Live a Life of Humility: 1 Peter 5:6


We are in Week 20 of our examination of Benedict of Nursia’s rules for Christian formation.  This week we’ll look at Rule 4.34: Live a Life of Humility.  Like so many of these rules, living a life of humility is not exactly lauded as a cultural norm.  In fact, from sports, to entertainment, to politics, brash self-promotion is the rule of the day.  But if there is one attribute that we can adopt that most reflects Christ, it is living a life of humility.  So, why is living a life of humility so Christ-like?

I think a key to really understanding humility is understanding it’s polar opposite, which is pride.  Though pride can be defined in a number of different ways, one of my favorites is this: pride is when we contend for supremacy with God and lift up our hearts against him.  Just as pride was the first sin—the sin committed by Satan, it is also the root of so much of the conflict in our lives, whether it be with God or man.  So often we focus all our efforts on addressing symptomatic sins in our lives—lust, anger, impatience, selfishness, bitterness, and so on—when the real root issue is pride.  We get frustrated when we fail to gain victory over such sins, but the issue is not that we are not trying hard enough.  It is that we are treating symptoms instead of the disease.   Since the fall, we have all been born with the seed of pride planted in our hearts.  Its roots run deep in our hearts and cause us to fight God for the supremacy of our lives.  That’s why Scripture tells us that God opposes the proud (Jas. 4:6; 1 Peter 5:5).  To be clear, God doesn’t oppose us and our pride because he’s threatened by us.  He opposes, or resists, us because he knows the danger we are in.  2 Peter 3:9 tells us that God is not willing that any should perish but that all should come to repentance.  God’s not just patient with us—he’s aggressively patient with us.  He actively shows us kindness, lovingly leading us to repentance (Rom. 2:4).  Pride, however, denies the need for such repentance.  Pride lies to us, telling us we have no need for God or his grace.  Pride tells us we’re just fine on our own.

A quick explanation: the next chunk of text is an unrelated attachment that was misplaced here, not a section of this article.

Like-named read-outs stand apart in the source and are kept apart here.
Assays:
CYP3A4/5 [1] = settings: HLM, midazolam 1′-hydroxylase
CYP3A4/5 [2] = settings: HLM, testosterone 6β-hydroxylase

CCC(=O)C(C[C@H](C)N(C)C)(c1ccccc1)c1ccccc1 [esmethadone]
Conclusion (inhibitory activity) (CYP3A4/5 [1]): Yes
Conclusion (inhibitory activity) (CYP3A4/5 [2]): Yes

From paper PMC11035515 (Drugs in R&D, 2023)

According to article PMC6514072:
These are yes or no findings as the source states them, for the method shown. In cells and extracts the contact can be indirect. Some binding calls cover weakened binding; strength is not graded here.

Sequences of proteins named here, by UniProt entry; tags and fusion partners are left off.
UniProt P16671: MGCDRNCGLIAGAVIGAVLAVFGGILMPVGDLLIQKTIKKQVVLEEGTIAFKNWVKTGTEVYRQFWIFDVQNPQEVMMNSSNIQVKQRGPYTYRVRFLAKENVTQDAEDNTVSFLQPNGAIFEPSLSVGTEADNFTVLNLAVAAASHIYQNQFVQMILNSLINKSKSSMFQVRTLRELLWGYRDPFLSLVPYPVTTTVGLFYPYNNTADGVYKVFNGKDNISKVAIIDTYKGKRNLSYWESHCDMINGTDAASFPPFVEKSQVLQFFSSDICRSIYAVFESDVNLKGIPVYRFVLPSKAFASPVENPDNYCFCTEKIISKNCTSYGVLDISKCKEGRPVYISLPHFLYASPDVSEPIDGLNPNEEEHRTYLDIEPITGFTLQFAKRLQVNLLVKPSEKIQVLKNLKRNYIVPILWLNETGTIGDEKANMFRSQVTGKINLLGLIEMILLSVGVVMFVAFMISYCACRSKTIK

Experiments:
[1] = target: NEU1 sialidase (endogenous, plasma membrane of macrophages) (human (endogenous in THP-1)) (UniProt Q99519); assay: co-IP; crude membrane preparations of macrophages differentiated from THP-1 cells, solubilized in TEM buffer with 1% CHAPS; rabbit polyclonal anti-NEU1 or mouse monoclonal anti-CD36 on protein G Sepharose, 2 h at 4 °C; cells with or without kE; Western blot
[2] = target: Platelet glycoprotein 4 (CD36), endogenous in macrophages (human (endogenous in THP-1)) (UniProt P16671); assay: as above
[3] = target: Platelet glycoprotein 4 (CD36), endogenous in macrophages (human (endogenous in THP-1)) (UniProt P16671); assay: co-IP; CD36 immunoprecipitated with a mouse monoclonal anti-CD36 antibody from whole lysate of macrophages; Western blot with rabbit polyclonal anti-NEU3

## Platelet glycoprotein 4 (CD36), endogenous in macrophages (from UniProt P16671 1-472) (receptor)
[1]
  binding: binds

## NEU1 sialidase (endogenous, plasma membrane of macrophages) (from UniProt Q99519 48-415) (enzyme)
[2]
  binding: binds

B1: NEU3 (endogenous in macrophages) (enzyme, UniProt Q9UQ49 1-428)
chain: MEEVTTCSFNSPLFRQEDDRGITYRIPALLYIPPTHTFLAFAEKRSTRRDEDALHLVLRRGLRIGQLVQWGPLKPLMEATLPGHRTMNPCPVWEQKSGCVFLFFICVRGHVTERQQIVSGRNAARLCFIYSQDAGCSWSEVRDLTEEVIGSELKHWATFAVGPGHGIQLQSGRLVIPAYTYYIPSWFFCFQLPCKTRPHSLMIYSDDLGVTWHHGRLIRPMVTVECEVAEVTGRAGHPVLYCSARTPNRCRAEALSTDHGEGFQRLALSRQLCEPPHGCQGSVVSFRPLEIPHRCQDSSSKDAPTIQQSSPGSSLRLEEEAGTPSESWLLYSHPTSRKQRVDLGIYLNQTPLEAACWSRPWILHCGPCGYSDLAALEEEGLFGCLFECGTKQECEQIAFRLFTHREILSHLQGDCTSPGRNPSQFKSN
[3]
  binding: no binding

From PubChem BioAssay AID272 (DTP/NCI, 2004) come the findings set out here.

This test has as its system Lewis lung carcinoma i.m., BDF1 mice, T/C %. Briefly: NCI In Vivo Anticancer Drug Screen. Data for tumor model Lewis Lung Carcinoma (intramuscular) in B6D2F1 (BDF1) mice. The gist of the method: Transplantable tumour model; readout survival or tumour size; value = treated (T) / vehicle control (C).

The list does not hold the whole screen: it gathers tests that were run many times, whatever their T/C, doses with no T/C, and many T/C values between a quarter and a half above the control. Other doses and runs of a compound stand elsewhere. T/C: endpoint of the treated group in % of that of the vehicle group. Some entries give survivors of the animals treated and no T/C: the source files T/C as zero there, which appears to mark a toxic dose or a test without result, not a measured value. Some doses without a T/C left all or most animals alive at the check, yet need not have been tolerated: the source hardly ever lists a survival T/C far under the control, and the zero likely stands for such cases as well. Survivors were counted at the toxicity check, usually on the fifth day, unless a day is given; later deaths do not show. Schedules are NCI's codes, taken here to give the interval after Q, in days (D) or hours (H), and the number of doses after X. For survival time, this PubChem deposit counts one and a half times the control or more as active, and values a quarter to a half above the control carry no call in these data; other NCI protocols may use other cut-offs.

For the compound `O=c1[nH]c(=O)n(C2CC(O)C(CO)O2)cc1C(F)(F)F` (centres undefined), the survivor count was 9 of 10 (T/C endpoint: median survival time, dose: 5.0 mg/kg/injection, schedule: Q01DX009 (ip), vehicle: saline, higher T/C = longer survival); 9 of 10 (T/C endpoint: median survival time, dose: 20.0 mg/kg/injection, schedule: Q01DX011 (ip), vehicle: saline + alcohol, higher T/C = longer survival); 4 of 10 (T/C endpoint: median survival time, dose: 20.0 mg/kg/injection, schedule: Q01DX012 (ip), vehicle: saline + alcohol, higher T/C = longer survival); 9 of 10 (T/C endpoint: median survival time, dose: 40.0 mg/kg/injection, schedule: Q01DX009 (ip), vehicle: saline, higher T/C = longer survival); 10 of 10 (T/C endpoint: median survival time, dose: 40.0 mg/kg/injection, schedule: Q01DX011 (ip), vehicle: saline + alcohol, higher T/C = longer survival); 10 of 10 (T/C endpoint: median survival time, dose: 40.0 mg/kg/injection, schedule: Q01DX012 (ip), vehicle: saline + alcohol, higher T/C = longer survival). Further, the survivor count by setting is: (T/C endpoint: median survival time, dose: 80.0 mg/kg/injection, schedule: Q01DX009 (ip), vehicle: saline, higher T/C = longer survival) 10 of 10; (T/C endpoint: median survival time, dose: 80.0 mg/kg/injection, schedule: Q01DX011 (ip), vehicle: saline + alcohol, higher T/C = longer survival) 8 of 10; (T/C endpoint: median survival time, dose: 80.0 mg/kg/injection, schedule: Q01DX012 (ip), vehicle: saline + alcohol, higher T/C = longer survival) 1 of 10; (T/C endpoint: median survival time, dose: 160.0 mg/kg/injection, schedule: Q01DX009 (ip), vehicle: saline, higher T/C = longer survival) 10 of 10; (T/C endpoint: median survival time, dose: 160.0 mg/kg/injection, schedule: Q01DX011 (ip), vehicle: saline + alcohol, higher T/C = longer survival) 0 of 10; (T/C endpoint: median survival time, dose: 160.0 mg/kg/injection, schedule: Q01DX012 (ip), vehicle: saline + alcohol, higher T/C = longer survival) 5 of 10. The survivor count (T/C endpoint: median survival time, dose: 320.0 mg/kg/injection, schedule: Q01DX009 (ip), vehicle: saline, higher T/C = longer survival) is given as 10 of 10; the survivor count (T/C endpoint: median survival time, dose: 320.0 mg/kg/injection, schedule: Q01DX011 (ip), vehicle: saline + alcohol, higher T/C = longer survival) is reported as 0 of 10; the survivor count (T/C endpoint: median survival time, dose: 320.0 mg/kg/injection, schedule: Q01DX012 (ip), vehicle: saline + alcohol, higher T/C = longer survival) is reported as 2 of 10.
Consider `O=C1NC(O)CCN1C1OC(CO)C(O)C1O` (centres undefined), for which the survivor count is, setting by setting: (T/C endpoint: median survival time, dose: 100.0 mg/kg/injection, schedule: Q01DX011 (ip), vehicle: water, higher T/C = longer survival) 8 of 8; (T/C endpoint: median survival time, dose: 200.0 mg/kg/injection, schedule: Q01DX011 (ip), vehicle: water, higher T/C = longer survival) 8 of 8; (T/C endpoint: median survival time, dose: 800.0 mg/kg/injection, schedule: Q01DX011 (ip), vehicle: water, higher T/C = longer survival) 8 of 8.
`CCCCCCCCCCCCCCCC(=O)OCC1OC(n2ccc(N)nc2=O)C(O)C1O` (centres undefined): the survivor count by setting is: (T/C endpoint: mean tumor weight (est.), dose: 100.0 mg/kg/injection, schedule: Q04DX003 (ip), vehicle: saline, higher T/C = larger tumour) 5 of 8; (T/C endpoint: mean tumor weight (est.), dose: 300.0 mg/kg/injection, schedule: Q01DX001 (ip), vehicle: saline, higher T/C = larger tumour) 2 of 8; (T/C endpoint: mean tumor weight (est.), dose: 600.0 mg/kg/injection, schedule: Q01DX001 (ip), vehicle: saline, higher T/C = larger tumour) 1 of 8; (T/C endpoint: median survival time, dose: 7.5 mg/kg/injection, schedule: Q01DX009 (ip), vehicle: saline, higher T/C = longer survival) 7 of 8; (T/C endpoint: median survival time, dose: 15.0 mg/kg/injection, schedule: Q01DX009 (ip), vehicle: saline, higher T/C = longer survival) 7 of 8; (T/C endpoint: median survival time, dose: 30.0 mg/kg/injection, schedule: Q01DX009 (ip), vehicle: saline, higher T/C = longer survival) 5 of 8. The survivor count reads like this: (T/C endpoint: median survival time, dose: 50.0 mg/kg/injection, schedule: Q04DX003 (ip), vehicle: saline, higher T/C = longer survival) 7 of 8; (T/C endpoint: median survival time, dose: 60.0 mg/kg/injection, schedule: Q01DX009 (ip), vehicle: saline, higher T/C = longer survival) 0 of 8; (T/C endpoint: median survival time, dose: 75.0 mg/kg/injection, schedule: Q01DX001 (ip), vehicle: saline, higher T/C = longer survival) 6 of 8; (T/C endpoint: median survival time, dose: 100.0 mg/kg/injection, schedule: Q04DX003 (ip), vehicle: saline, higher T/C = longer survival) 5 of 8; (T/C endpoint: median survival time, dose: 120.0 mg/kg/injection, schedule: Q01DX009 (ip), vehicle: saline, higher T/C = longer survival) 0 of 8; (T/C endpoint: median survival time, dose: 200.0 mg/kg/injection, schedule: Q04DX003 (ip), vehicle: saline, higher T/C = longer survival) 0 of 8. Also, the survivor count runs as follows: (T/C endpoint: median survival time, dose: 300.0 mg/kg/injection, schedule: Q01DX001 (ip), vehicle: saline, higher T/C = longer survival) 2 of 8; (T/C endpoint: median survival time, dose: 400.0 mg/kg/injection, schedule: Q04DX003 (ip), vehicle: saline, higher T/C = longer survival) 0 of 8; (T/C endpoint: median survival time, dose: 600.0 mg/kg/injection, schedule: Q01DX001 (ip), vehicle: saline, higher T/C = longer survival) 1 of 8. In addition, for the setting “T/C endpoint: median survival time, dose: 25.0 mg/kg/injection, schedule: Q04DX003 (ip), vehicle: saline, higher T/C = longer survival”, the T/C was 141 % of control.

Humility, on the other hand, is rooted in a deep-seated understanding of our complete dependency on God and his grace.  It is not self-loathing or a low view of self, because that is, again, another form of pride.  As Andrew Murray said, “The humble person is not one who thinks meanly of himself; he simply does not think of himself at all.”  To be sure, true humility is risky.  It requires us to be vulnerable.  It requires us to expose ourselves to being taken advantage of by others.  Most importantly, it requires us to put our trust in the one place it should have rested from the beginning—the goodness and sovereignty of the Father.  And that’s why humility is Christ-like; it is an act of faith that reflects a complete trust in God and his sovereign plan and is manifested to the world in our obedience to him (Phil. 2:1-11).  It is the attitude that has been gifted to us by God’s grace and that had been exemplified by our Savior.  It is in humility that we lose the false-self that we’ve created and find our true-self, the self we’ve always longed for, in Christ.


  1. Consider the cultural pressure to “be true to yourself” or to pursue a healthy self-image.  While we should certainly be appreciative of how God made us in his image, what are the dangers of such emphases on self?
  2. Consider the statement that pride is the root of many of the sins with which we struggle.  Do you agree or disagree with this assertion?  Why?  How might pride be the ultimate root of some of the sins with which you struggle?  
  3. How is being humble risky?  Why might it be worth the risk?
  4. If you were to rate yourself on the humility scale, where would you rate yourself?  Why?  What proactive steps can you take to address this heart issue?